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Pills containing fentanyl are often made to look like less-powerful prescription opioids that can be harder to obtain. Fentanyl can also show up in tablets masquerading as other kinds of drugs, like benzodiazepines, a class of sometimes-abused medication used to treat anxiety and other issues. Users with no tolerance to opioids can end up ingesting an extremely powerful dose. Some advocates for those killed consider hidden fentanyl deaths poisonings.

The DEA on Thursday announced more than 570 new cases stemming from a recent law enforcement surge meant to tackle fake pills, and said these probes are linked to at least 39 fatal overdoses. DEA Administrator Anne Milgram said a major concern is the ease with which traffickers are selling their product through social media and encrypted apps.

“Social media is the perfect drug trafficking tool,” she said.

Toxicologists and law-enforcement authorities also are engaged in an ever-evolving effort to spot, and then outlaw, different synthetic opioids. Several years ago these were often fentanyl analogues that faded after the DEA put them on its schedule of illegal drugs, toxicologists said. There is a legitimate form of fentanyl sold to treat pain. The illegal market is largely fueled by illicit forms, authorities say.

Drug samples are analyzed for fentanyl in Sacramento, Calif.



Photo:

Andri Tambunan for The Wall Street Journal

Another class of powerful opioids known as nitazenes cropped up in recent years, and sometimes show up with fentanyl in toxicology samples from overdose victims. The drugs can be 10 times as potent as fentanyl. Washington, D.C.’s Department of Forensic Sciences recently found two different nitazene drugs while testing residue from needles at local needle-exchange programs. The city this year recorded about 36 opioid overdoses a month through August, compared with 17 a month as recently as 2018.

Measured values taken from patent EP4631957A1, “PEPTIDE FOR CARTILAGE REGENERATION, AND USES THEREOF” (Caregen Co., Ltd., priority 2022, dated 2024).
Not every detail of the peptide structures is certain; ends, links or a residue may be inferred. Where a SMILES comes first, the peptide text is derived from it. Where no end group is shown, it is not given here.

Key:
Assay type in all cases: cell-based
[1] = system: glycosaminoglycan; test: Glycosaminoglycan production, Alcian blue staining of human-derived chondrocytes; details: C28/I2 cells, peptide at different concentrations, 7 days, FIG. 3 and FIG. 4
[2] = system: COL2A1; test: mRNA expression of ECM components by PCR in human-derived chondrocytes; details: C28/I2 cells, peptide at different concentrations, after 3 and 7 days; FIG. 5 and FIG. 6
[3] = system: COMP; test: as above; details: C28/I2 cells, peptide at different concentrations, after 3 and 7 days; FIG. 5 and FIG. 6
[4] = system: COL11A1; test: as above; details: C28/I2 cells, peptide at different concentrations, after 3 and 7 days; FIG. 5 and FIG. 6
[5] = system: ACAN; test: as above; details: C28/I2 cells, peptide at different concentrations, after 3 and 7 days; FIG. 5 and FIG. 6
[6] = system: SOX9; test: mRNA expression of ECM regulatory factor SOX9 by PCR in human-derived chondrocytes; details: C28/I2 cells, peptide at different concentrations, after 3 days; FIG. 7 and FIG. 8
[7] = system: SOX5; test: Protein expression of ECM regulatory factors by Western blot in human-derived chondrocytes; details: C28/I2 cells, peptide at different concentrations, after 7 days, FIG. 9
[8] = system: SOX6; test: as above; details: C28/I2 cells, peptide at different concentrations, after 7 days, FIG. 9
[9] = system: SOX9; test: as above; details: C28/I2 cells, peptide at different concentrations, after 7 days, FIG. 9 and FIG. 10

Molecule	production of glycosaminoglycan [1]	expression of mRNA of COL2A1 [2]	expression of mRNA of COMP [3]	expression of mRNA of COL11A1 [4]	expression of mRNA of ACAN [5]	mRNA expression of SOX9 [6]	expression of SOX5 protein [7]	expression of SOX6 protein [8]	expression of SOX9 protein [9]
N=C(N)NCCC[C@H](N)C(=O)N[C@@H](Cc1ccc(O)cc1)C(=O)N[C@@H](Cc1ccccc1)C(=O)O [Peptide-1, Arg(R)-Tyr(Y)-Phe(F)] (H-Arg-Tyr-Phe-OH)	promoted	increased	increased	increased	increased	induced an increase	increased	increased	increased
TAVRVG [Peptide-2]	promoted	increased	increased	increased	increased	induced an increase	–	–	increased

“There’s definitely a case to be made the opioid supply is getting more toxic,” said Alex Krotulski, associate director at the nonprofit Center for Forensic Science Research & Education, which maintains a public early-warning system for new synthetic drugs.

Fentanyl was found this fall in marijuana that had been used by a person who survived an overdose in Connecticut. Law enforcement say they are trying to determine whether the mix was user-driven or caused by accidental ingestion.

Addiction experts are in wide agreement on the most effective way to help opioid addicts: Medication-assisted treatment. But most inpatient rehab facilities in the U.S. don’t offer this option. In this video from 2017, WSJ’s Jason Bellini reports on why the medication option is controversial, and in many places, hard to come by. Image: Ryno Eksteen and Thomas Williams